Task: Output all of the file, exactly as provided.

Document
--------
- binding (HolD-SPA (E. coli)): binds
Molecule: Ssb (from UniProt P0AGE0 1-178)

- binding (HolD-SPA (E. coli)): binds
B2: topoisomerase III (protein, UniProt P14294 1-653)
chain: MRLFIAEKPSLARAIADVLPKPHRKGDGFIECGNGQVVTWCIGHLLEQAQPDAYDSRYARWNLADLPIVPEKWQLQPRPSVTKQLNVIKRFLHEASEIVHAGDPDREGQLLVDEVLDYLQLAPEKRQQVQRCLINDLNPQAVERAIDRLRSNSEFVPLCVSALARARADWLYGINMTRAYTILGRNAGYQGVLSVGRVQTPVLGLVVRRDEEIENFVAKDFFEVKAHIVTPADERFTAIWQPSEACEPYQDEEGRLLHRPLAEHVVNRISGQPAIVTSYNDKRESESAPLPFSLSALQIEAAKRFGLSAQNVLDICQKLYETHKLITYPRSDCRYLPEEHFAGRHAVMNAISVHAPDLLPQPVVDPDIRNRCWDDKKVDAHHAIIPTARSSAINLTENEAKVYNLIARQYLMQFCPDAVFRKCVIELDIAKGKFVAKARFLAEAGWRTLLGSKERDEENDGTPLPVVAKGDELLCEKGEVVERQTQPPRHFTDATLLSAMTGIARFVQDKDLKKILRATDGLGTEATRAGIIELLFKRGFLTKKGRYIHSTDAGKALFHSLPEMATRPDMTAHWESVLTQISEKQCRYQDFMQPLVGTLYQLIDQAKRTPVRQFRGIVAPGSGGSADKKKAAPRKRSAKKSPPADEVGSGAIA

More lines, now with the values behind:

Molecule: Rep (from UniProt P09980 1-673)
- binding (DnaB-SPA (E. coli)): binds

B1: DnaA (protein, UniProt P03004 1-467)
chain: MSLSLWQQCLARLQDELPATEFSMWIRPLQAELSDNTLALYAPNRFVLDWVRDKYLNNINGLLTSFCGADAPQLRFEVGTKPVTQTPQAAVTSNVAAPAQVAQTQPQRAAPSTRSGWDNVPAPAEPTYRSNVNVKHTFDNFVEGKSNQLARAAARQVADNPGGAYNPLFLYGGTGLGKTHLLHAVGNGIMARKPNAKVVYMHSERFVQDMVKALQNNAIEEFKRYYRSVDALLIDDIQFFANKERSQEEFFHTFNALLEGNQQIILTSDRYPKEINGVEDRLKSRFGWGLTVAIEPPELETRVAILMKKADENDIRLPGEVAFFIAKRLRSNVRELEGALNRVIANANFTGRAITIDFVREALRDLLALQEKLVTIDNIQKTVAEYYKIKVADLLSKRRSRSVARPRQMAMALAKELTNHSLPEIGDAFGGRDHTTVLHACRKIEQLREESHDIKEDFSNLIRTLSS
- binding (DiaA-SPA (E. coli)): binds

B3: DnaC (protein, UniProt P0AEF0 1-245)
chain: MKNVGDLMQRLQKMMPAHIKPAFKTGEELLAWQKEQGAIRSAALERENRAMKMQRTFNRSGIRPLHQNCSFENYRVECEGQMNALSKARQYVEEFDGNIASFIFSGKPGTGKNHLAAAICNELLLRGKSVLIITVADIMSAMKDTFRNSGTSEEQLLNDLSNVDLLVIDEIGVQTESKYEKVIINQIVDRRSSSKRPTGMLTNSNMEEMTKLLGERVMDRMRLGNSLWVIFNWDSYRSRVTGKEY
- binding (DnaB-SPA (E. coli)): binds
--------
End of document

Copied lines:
- binding (HolD-SPA (E. coli)): binds
Molecule: Ssb (from UniProt P0AGE0 1-178)

- binding (HolD-SPA (E. coli)): binds
B2: topoisomerase III (protein, UniProt P14294 1-653)
chain: MRLFIAEKPSLARAIADVLPKPHRKGDGFIECGNGQVVTWCIGHLLEQAQPDAYDSRYARWNLADLPIVPEKWQLQPRPSVTKQLNVIKRFLHEASEIVHAGDPDREGQLLVDEVLDYLQLAPEKRQQVQRCLINDLNPQAVERAIDRLRSNSEFVPLCVSALARARADWLYGINMTRAYTILGRNAGYQGVLSVGRVQTPVLGLVVRRDEEIENFVAKDFFEVKAHIVTPADERFTAIWQPSEACEPYQDEEGRLLHRPLAEHVVNRISGQPAIVTSYNDKRESESAPLPFSLSALQIEAAKRFGLSAQNVLDICQKLYETHKLITYPRSDCRYLPEEHFAGRHAVMNAISVHAPDLLPQPVVDPDIRNRCWDDKKVDAHHAIIPTARSSAINLTENEAKVYNLIARQYLMQFCPDAVFRKCVIELDIAKGKFVAKARFLAEAGWRTLLGSKERDEENDGTPLPVVAKGDELLCEKGEVVERQTQPPRHFTDATLLSAMTGIARFVQDKDLKKILRATDGLGTEATRAGIIELLFKRGFLTKKGRYIHSTDAGKALFHSLPEMATRPDMTAHWESVLTQISEKQCRYQDFMQPLVGTLYQLIDQAKRTPVRQFRGIVAPGSGGSADKKKAAPRKRSAKKSPPADEVGSGAIA

More lines, now with the values behind:

Molecule: Rep (from UniProt P09980 1-673)
- binding (DnaB-SPA (E. coli)): binds

B1: DnaA (protein, UniProt P03004 1-467)
chain: MSLSLWQQCLARLQDELPATEFSMWIRPLQAELSDNTLALYAPNRFVLDWVRDKYLNNINGLLTSFCGADAPQLRFEVGTKPVTQTPQAAVTSNVAAPAQVAQTQPQRAAPSTRSGWDNVPAPAEPTYRSNVNVKHTFDNFVEGKSNQLARAAARQVADNPGGAYNPLFLYGGTGLGKTHLLHAVGNGIMARKPNAKVVYMHSERFVQDMVKALQNNAIEEFKRYYRSVDALLIDDIQFFANKERSQEEFFHTFNALLEGNQQIILTSDRYPKEINGVEDRLKSRFGWGLTVAIEPPELETRVAILMKKADENDIRLPGEVAFFIAKRLRSNVRELEGALNRVIANANFTGRAITIDFVREALRDLLALQEKLVTIDNIQKTVAEYYKIKVADLLSKRRSRSVARPRQMAMALAKELTNHSLPEIGDAFGGRDHTTVLHACRKIEQLREESHDIKEDFSNLIRTLSS
- binding (DiaA-SPA (E. coli)): binds

B3: DnaC (protein, UniProt P0AEF0 1-245)
chain: MKNVGDLMQRLQKMMPAHIKPAFKTGEELLAWQKEQGAIRSAALERENRAMKMQRTFNRSGIRPLHQNCSFENYRVECEGQMNALSKARQYVEEFDGNIASFIFSGKPGTGKNHLAAAICNELLLRGKSVLIITVADIMSAMKDTFRNSGTSEEQLLNDLSNVDLLVIDEIGVQTESKYEKVIINQIVDRRSSSKRPTGMLTNSNMEEMTKLLGERVMDRMRLGNSLWVIFNWDSYRSRVTGKEY
- binding (DnaB-SPA (E. coli)): binds